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What should Pittsburgh’s employment pitch be? Come here ‘to work on really high-impact hard problems’

"Because that's what Pittsburgh is very good at," Mach9 Robotics' Alexander Baikovitz said. He and other RealLIST Startups founders said they mostly prefer to hire from within the city, but there's more to be done to make that easier.

Now hiring. (Technical.ly photo)

This editorial article is a part of Universities Month 2023 in Technical.ly’s editorial calendar.

At a certain point, a startup needs more than funding and good ideas. It takes employees, too.

Technical.ly asked the founders of our 2023 RealLIST Startups for insight into their hiring practices. Several were kind enough to share how they find talent, outline the pros and cons of hiring locally, and tell us why employers benefit from having so many prestigious universities in town.

From the perspective of Kamron Khodjaev, Koop Technologies’ cofounder and chief commercial officer, Pittsburgh is a great place to work, and the company’s leadership finds it most feasible to seek out senior talent within the city. He finds the startup is able to take advantage of the proximity to professionals working at larger companies and institutions within Pittsburgh.

Yet, as Koop is developing insurance for autonomous technology, he said that with regard to employees who need to have insurance expertise, specifically, the company opts for remote employees in places with stronger insurance industries.

“Because we’re at the intersection of robotics and insurance, when it comes to insurance, New York is better,” Khodjaev said. Pittsburgh is top for the former, though (re: “robotics capital of the world“).

Khodjaev wasn’t the only person who finds Pittsburgh to be a good place to find talent if you’re running a startup. Mach9 Robotics cofounder and CEO Alexander Baikovitz said thanks to the University of Pittsburgh and Carnegie Mellon University, plus a plethora of experienced tech pros who might be looking for their next challenge, the Steel City has a large pool of talent to tap into if you’re in the market for technologists.

Recall these stats, from the Pittsburgh Tech Council’s fall 2022 State of the Industry report: The region counted around 11,300 graduate students in science, engineering and health fields in 2020. A whopping 76% of them represent two schools: CMU and Pitt.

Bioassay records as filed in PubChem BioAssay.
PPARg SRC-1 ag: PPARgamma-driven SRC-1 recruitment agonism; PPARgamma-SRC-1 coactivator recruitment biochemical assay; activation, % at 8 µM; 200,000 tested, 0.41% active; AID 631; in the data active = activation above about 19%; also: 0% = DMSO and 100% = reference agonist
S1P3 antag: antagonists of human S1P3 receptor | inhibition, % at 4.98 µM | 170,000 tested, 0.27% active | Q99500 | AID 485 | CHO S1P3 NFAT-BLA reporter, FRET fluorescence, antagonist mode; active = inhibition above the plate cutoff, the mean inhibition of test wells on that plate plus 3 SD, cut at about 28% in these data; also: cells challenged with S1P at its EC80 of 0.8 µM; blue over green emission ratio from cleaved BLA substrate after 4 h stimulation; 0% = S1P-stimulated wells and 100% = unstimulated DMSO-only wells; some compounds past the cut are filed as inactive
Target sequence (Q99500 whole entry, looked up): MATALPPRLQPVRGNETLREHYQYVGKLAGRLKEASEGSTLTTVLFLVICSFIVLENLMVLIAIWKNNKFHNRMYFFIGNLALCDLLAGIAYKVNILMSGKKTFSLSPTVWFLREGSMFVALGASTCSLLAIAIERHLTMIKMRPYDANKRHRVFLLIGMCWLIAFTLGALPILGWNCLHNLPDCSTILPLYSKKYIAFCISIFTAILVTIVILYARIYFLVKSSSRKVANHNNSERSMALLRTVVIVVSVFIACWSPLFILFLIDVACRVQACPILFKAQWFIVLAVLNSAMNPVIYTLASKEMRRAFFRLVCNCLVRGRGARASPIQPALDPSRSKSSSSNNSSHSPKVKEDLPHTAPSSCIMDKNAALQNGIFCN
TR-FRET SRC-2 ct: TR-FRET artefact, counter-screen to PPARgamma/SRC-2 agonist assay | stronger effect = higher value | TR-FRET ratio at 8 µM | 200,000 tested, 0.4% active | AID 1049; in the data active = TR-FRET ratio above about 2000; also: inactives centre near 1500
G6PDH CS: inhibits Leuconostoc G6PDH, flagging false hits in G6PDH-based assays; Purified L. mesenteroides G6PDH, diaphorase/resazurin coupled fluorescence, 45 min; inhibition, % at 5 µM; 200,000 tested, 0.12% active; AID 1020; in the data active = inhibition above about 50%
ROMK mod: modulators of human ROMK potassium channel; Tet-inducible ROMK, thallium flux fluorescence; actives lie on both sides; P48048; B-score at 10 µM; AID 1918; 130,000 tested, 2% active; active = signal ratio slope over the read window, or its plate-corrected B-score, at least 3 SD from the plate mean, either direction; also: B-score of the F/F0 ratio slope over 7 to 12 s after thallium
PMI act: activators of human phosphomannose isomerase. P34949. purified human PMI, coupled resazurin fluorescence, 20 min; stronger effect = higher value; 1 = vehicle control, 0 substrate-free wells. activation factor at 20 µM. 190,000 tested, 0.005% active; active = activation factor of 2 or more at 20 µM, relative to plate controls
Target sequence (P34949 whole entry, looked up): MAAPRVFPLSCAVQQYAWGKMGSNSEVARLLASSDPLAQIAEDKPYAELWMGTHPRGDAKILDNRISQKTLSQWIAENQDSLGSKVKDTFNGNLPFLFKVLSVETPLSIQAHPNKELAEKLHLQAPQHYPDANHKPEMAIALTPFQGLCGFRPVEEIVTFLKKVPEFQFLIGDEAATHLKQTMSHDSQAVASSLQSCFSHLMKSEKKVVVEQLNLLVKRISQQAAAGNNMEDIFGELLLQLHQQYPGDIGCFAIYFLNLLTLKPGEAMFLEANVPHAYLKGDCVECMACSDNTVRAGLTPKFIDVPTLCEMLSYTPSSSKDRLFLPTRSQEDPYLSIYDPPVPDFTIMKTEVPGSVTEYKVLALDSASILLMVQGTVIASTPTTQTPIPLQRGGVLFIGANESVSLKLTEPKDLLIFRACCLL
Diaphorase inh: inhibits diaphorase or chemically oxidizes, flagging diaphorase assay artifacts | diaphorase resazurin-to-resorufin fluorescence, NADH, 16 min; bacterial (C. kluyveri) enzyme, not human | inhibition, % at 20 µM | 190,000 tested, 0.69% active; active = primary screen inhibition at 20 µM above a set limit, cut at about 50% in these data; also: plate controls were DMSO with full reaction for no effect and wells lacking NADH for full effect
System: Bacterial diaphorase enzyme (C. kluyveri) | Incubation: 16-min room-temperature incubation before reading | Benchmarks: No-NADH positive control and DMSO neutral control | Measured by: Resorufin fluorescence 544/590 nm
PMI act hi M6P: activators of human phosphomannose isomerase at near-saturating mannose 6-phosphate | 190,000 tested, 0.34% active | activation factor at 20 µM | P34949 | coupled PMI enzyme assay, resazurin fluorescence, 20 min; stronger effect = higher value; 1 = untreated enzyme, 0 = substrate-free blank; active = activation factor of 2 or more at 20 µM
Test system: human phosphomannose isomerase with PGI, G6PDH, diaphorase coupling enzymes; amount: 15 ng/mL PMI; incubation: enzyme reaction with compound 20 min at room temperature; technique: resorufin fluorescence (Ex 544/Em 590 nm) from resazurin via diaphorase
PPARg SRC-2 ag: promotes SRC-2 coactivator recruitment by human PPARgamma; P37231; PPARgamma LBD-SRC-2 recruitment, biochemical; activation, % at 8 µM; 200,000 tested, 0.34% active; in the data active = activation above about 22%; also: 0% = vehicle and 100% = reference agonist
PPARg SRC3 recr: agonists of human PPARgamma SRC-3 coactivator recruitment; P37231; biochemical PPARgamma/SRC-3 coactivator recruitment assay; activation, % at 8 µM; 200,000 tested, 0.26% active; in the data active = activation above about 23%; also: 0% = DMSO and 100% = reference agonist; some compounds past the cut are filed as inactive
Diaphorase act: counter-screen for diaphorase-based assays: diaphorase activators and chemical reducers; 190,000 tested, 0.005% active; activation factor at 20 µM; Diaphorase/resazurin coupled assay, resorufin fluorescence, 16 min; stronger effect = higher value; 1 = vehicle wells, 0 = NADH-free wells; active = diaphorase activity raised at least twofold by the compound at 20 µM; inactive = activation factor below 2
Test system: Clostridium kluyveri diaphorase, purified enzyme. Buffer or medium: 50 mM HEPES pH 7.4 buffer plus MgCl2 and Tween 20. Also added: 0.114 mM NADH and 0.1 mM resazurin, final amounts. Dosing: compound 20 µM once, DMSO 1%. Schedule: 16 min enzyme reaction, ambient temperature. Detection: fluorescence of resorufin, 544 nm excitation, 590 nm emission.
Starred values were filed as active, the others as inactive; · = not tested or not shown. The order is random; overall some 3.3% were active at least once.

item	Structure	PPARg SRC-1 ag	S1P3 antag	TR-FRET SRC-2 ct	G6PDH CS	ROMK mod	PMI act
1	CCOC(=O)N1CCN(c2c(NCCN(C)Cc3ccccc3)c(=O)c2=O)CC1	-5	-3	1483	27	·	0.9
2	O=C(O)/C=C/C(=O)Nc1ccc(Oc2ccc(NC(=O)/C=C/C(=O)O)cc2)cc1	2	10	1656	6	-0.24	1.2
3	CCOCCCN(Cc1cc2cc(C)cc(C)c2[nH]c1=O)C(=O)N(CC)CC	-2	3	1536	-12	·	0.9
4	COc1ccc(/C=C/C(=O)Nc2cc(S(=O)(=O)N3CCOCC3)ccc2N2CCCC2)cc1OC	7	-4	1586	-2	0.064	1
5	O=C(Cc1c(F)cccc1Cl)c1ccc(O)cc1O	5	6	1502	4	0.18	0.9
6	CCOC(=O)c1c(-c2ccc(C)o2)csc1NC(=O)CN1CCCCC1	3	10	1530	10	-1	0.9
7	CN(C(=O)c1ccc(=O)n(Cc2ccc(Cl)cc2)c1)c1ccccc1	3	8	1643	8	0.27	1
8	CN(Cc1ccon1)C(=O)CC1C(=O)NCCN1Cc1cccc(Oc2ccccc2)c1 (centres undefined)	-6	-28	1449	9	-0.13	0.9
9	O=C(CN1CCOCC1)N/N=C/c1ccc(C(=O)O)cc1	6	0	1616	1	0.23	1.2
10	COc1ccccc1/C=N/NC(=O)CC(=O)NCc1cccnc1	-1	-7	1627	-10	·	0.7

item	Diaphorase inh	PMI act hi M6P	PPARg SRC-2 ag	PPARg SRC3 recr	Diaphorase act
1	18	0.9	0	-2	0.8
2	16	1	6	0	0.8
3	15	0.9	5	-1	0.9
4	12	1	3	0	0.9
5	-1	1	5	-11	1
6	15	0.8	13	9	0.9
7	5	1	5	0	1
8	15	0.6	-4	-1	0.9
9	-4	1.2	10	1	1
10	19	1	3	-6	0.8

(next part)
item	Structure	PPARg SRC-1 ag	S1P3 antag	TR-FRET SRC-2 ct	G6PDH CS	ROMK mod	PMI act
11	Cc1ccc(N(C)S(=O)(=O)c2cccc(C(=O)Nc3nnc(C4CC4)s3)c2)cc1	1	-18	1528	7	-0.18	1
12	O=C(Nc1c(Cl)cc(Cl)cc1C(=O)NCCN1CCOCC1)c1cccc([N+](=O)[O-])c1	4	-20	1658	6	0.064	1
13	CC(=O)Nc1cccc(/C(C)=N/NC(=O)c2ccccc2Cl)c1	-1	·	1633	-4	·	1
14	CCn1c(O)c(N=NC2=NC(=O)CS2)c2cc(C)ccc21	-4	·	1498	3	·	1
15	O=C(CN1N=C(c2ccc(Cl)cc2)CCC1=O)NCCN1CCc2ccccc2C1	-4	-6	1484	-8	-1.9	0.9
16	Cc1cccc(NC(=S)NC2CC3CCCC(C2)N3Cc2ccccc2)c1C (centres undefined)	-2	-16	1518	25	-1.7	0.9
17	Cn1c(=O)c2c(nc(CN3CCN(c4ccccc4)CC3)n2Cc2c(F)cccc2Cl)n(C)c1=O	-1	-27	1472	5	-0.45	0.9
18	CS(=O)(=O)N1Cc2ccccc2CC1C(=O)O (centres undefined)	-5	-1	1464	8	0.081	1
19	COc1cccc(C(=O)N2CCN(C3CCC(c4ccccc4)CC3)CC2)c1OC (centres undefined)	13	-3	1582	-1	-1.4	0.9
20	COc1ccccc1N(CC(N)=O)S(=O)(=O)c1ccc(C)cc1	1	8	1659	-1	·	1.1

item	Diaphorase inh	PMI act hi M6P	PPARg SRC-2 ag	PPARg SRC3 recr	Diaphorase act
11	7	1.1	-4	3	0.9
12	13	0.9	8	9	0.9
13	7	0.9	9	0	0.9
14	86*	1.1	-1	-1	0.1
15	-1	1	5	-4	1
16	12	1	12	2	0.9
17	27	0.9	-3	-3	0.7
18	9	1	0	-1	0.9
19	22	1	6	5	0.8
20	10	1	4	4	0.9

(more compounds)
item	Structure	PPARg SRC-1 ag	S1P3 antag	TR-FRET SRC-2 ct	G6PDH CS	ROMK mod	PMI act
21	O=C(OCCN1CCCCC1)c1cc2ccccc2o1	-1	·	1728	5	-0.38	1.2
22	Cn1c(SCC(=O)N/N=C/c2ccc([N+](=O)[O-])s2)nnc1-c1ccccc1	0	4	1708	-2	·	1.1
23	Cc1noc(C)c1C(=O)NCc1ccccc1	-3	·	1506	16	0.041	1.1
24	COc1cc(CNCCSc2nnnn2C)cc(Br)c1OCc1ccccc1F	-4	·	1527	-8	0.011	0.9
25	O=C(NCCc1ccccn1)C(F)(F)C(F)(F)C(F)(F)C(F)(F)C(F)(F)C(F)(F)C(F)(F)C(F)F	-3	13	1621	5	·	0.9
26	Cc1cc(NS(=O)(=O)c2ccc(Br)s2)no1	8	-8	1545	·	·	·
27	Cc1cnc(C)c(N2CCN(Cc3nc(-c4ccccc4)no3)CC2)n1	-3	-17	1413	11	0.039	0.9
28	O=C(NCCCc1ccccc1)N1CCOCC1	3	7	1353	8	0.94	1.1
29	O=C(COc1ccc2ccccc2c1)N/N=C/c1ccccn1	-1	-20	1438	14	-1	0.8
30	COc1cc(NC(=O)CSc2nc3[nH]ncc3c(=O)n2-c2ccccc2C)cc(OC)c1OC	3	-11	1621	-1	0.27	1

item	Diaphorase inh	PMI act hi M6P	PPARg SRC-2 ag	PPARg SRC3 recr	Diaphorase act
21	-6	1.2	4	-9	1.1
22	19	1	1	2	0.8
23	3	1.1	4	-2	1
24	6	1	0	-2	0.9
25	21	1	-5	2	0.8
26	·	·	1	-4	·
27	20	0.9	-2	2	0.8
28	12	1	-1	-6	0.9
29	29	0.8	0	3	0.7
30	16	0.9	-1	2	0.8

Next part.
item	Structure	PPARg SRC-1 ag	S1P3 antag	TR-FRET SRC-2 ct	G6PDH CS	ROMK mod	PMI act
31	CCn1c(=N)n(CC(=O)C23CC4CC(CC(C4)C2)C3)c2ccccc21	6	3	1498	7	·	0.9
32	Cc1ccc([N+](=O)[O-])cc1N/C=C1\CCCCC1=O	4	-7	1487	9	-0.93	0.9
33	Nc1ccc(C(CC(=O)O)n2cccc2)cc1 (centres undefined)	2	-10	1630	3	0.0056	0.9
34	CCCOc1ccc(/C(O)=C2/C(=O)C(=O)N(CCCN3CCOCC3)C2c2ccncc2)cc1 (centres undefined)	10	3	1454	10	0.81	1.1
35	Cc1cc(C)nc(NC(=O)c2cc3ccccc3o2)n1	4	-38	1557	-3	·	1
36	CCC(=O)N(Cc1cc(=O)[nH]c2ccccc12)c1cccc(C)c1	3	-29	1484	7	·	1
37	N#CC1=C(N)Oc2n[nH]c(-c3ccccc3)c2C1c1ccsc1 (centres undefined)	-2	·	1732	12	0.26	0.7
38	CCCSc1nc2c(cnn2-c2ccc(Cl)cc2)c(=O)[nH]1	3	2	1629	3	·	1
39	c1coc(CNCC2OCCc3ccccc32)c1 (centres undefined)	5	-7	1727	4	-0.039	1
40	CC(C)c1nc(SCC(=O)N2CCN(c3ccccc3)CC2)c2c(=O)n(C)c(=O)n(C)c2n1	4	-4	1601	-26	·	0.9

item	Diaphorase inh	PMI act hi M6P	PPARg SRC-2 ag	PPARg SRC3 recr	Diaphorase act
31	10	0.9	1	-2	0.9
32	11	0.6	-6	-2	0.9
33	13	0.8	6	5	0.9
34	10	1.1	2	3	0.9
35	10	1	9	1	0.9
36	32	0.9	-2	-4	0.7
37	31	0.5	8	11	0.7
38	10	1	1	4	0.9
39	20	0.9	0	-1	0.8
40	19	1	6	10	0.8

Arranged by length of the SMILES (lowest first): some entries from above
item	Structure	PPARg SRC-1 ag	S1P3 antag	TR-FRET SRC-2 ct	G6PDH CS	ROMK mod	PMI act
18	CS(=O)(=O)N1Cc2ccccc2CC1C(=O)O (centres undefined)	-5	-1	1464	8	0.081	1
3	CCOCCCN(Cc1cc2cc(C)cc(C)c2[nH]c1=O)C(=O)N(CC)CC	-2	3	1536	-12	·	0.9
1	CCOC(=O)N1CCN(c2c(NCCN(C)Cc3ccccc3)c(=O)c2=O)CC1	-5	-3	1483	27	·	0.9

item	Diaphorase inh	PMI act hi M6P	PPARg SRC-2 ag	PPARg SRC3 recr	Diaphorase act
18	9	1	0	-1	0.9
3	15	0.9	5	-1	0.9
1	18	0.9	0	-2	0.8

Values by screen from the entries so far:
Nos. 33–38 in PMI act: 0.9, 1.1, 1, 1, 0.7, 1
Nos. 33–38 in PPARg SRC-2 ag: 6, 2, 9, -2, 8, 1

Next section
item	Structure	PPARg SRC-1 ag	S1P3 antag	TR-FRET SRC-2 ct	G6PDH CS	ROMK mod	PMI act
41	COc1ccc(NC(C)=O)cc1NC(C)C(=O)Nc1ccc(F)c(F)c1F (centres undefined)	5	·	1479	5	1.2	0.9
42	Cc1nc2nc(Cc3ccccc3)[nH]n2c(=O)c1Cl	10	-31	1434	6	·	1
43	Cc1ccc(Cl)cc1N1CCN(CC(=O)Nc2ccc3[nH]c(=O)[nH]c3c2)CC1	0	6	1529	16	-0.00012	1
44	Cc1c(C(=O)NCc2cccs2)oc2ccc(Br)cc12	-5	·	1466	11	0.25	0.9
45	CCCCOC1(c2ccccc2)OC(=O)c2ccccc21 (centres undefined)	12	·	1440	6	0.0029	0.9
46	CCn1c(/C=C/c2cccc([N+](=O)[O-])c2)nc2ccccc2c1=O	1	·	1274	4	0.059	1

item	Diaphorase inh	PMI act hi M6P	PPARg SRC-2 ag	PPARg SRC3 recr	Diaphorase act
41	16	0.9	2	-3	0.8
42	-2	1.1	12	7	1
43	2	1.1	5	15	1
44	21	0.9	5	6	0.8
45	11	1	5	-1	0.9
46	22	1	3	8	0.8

“There certainly is so much great talent that we’ve been able to see come out of larger companies and join more of a startup ecosystem, where they can be able to help them build the next generation of companies in Pittsburgh,” Baikovitz said.

At the same time, Pittsburgh must overcome a talent retention challenge. Nonprofit research organization RAND Corporation found in its January report that the region has the potential to be a prominent technology hub, but first it must find a way to get more tech workers to stay in town.

Baikovitz observed that although the city has well-respected engineering programs, oftentimes, grads choose to find jobs elsewhere.

“Some of the underlying challenges … that some of our companies have is there is a lot of talent that leaves Pittsburgh to go to Silicon Valley, to New York City to Boston to other technology hubs,” Baikovitz said. “It’s important for leading companies, whether you’re a technology company or outside of that, to represent Pittsburgh in a way that we can keep talent here to work on really high-impact hard problems, because that’s what Pittsburgh is very good at.”

Still, in the Commonwealth, sometimes the issue isn’t whether or not people want to stay — it’s the hoops employers have to jump through to bring people on. Melinda Su-En Lee, cofounder and CEO of Parcel Health, has found “there’s a lot of paperwork that comes with hiring within Pennsylvania and the City of Pittsburgh that’s extremely fragmented compared to other cities,” she said.

Less red tape would go a long way — something newly minted Gov. Josh Shapiro pledges to work on.

_

Are there anything you’d like to see the city or state do to make hiring easier? What would you say to a university grad to convince them to stay in the city? As always, we’d love to hear your thoughts: pittsburgh@technical.ly.

Atiya Irvin-Mitchell is a 2022-2024 corps member for Report for America, an initiative of The Groundtruth Project that pairs young journalists with local newsrooms. This position is supported by the Heinz Endowments.
Companies: Koop Technologies / Mach9 Robotics / Parcel Health / University of Pittsburgh / Carnegie Mellon University
Series: Universities Month 2023

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